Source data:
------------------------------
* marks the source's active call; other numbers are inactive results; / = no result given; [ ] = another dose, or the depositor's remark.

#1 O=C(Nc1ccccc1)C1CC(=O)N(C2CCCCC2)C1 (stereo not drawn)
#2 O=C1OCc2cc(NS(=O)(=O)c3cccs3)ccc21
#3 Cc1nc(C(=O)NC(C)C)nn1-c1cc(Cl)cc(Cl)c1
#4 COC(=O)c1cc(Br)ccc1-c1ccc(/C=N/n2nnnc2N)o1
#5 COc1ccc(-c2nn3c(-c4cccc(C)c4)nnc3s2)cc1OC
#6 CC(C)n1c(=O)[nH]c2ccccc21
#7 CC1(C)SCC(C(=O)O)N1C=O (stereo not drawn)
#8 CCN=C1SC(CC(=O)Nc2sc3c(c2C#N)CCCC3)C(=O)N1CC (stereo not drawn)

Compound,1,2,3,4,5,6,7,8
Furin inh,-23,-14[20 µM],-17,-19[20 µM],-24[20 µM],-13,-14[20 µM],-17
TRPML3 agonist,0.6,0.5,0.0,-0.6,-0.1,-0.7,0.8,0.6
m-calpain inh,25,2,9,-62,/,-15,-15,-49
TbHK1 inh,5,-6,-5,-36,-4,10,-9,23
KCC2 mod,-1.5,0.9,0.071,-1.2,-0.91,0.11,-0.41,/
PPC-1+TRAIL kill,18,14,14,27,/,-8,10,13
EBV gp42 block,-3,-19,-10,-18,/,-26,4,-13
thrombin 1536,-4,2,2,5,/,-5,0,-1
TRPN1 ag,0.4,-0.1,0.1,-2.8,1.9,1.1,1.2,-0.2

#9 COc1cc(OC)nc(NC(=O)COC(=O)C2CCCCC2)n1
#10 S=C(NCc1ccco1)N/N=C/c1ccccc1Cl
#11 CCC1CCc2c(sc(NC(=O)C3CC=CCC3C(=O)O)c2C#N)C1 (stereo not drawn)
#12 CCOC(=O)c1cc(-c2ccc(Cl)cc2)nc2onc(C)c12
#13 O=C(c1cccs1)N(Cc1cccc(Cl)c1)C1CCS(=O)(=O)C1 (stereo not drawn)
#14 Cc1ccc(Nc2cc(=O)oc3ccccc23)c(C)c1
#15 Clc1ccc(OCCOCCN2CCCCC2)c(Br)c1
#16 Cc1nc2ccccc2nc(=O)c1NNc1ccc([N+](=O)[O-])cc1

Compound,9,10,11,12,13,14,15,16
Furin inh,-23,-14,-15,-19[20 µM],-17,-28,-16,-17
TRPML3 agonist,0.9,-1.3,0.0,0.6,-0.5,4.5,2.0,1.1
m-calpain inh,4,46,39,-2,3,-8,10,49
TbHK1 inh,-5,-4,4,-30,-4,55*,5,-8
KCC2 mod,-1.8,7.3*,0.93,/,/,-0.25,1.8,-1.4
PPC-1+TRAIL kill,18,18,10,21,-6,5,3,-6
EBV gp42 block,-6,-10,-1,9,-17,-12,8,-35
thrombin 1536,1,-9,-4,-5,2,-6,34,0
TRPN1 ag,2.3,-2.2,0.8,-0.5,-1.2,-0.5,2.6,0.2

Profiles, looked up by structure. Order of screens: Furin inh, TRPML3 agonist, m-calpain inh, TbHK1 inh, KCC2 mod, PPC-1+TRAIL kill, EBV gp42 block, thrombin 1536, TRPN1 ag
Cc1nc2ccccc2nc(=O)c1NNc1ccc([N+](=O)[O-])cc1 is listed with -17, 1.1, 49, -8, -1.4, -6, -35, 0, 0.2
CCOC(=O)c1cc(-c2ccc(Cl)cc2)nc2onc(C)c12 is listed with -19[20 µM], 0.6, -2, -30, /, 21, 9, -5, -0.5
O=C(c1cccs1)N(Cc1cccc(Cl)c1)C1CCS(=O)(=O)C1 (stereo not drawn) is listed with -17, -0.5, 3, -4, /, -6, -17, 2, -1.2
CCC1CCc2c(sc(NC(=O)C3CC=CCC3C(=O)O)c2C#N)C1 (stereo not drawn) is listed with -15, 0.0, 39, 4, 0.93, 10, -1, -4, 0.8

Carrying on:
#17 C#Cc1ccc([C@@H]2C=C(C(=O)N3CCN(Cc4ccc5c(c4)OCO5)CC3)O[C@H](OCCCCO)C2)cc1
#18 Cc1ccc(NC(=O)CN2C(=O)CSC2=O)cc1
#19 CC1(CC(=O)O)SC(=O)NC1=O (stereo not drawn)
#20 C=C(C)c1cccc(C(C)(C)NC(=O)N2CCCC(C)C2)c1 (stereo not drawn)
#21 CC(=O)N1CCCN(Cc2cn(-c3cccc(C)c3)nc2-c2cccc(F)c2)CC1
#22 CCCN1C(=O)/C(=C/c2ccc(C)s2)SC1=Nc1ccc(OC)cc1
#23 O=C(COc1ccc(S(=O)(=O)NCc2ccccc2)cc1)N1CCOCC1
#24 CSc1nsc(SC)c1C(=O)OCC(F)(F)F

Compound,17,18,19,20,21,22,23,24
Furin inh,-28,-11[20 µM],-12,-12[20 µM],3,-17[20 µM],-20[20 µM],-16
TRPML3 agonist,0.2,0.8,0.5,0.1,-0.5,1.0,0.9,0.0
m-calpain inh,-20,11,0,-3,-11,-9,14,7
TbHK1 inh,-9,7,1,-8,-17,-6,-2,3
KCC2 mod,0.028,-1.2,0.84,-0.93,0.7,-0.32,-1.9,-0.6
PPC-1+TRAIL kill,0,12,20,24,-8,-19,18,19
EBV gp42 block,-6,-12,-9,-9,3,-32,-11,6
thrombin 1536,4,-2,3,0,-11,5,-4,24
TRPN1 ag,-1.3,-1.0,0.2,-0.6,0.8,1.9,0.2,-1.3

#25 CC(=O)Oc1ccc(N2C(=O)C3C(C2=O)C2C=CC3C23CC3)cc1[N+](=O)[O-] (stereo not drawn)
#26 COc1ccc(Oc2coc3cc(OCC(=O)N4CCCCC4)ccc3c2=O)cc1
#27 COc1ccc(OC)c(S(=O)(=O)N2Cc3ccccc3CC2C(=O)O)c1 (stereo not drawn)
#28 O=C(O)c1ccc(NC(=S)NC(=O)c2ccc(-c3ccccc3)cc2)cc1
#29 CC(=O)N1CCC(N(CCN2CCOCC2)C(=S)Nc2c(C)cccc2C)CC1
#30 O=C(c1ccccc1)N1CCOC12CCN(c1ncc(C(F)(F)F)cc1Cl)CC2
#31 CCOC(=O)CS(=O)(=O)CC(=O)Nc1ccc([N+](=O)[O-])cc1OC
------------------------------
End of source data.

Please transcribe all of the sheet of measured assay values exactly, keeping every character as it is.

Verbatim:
* marks the source's active call; other numbers are inactive results; / = no result given; [ ] = another dose, or the depositor's remark.

#1 O=C(Nc1ccccc1)C1CC(=O)N(C2CCCCC2)C1 (stereo not drawn)
#2 O=C1OCc2cc(NS(=O)(=O)c3cccs3)ccc21
#3 Cc1nc(C(=O)NC(C)C)nn1-c1cc(Cl)cc(Cl)c1
#4 COC(=O)c1cc(Br)ccc1-c1ccc(/C=N/n2nnnc2N)o1
#5 COc1ccc(-c2nn3c(-c4cccc(C)c4)nnc3s2)cc1OC
#6 CC(C)n1c(=O)[nH]c2ccccc21
#7 CC1(C)SCC(C(=O)O)N1C=O (stereo not drawn)
#8 CCN=C1SC(CC(=O)Nc2sc3c(c2C#N)CCCC3)C(=O)N1CC (stereo not drawn)

Compound,1,2,3,4,5,6,7,8
Furin inh,-23,-14[20 µM],-17,-19[20 µM],-24[20 µM],-13,-14[20 µM],-17
TRPML3 agonist,0.6,0.5,0.0,-0.6,-0.1,-0.7,0.8,0.6
m-calpain inh,25,2,9,-62,/,-15,-15,-49
TbHK1 inh,5,-6,-5,-36,-4,10,-9,23
KCC2 mod,-1.5,0.9,0.071,-1.2,-0.91,0.11,-0.41,/
PPC-1+TRAIL kill,18,14,14,27,/,-8,10,13
EBV gp42 block,-3,-19,-10,-18,/,-26,4,-13
thrombin 1536,-4,2,2,5,/,-5,0,-1
TRPN1 ag,0.4,-0.1,0.1,-2.8,1.9,1.1,1.2,-0.2

#9 COc1cc(OC)nc(NC(=O)COC(=O)C2CCCCC2)n1
#10 S=C(NCc1ccco1)N/N=C/c1ccccc1Cl
#11 CCC1CCc2c(sc(NC(=O)C3CC=CCC3C(=O)O)c2C#N)C1 (stereo not drawn)
#12 CCOC(=O)c1cc(-c2ccc(Cl)cc2)nc2onc(C)c12
#13 O=C(c1cccs1)N(Cc1cccc(Cl)c1)C1CCS(=O)(=O)C1 (stereo not drawn)
#14 Cc1ccc(Nc2cc(=O)oc3ccccc23)c(C)c1
#15 Clc1ccc(OCCOCCN2CCCCC2)c(Br)c1
#16 Cc1nc2ccccc2nc(=O)c1NNc1ccc([N+](=O)[O-])cc1

Compound,9,10,11,12,13,14,15,16
Furin inh,-23,-14,-15,-19[20 µM],-17,-28,-16,-17
TRPML3 agonist,0.9,-1.3,0.0,0.6,-0.5,4.5,2.0,1.1
m-calpain inh,4,46,39,-2,3,-8,10,49
TbHK1 inh,-5,-4,4,-30,-4,55*,5,-8
KCC2 mod,-1.8,7.3*,0.93,/,/,-0.25,1.8,-1.4
PPC-1+TRAIL kill,18,18,10,21,-6,5,3,-6
EBV gp42 block,-6,-10,-1,9,-17,-12,8,-35
thrombin 1536,1,-9,-4,-5,2,-6,34,0
TRPN1 ag,2.3,-2.2,0.8,-0.5,-1.2,-0.5,2.6,0.2

Profiles, looked up by structure. Order of screens: Furin inh, TRPML3 agonist, m-calpain inh, TbHK1 inh, KCC2 mod, PPC-1+TRAIL kill, EBV gp42 block, thrombin 1536, TRPN1 ag
Cc1nc2ccccc2nc(=O)c1NNc1ccc([N+](=O)[O-])cc1 is listed with -17, 1.1, 49, -8, -1.4, -6, -35, 0, 0.2
CCOC(=O)c1cc(-c2ccc(Cl)cc2)nc2onc(C)c12 is listed with -19[20 µM], 0.6, -2, -30, /, 21, 9, -5, -0.5
O=C(c1cccs1)N(Cc1cccc(Cl)c1)C1CCS(=O)(=O)C1 (stereo not drawn) is listed with -17, -0.5, 3, -4, /, -6, -17, 2, -1.2
CCC1CCc2c(sc(NC(=O)C3CC=CCC3C(=O)O)c2C#N)C1 (stereo not drawn) is listed with -15, 0.0, 39, 4, 0.93, 10, -1, -4, 0.8

Carrying on:
#17 C#Cc1ccc([C@@H]2C=C(C(=O)N3CCN(Cc4ccc5c(c4)OCO5)CC3)O[C@H](OCCCCO)C2)cc1
#18 Cc1ccc(NC(=O)CN2C(=O)CSC2=O)cc1
#19 CC1(CC(=O)O)SC(=O)NC1=O (stereo not drawn)
#20 C=C(C)c1cccc(C(C)(C)NC(=O)N2CCCC(C)C2)c1 (stereo not drawn)
#21 CC(=O)N1CCCN(Cc2cn(-c3cccc(C)c3)nc2-c2cccc(F)c2)CC1
#22 CCCN1C(=O)/C(=C/c2ccc(C)s2)SC1=Nc1ccc(OC)cc1
#23 O=C(COc1ccc(S(=O)(=O)NCc2ccccc2)cc1)N1CCOCC1
#24 CSc1nsc(SC)c1C(=O)OCC(F)(F)F

Compound,17,18,19,20,21,22,23,24
Furin inh,-28,-11[20 µM],-12,-12[20 µM],3,-17[20 µM],-20[20 µM],-16
TRPML3 agonist,0.2,0.8,0.5,0.1,-0.5,1.0,0.9,0.0
m-calpain inh,-20,11,0,-3,-11,-9,14,7
TbHK1 inh,-9,7,1,-8,-17,-6,-2,3
KCC2 mod,0.028,-1.2,0.84,-0.93,0.7,-0.32,-1.9,-0.6
PPC-1+TRAIL kill,0,12,20,24,-8,-19,18,19
EBV gp42 block,-6,-12,-9,-9,3,-32,-11,6
thrombin 1536,4,-2,3,0,-11,5,-4,24
TRPN1 ag,-1.3,-1.0,0.2,-0.6,0.8,1.9,0.2,-1.3

#25 CC(=O)Oc1ccc(N2C(=O)C3C(C2=O)C2C=CC3C23CC3)cc1[N+](=O)[O-] (stereo not drawn)
#26 COc1ccc(Oc2coc3cc(OCC(=O)N4CCCCC4)ccc3c2=O)cc1
#27 COc1ccc(OC)c(S(=O)(=O)N2Cc3ccccc3CC2C(=O)O)c1 (stereo not drawn)
#28 O=C(O)c1ccc(NC(=S)NC(=O)c2ccc(-c3ccccc3)cc2)cc1
#29 CC(=O)N1CCC(N(CCN2CCOCC2)C(=S)Nc2c(C)cccc2C)CC1
#30 O=C(c1ccccc1)N1CCOC12CCN(c1ncc(C(F)(F)F)cc1Cl)CC2
#31 CCOC(=O)CS(=O)(=O)CC(=O)Nc1ccc([N+](=O)[O-])cc1OC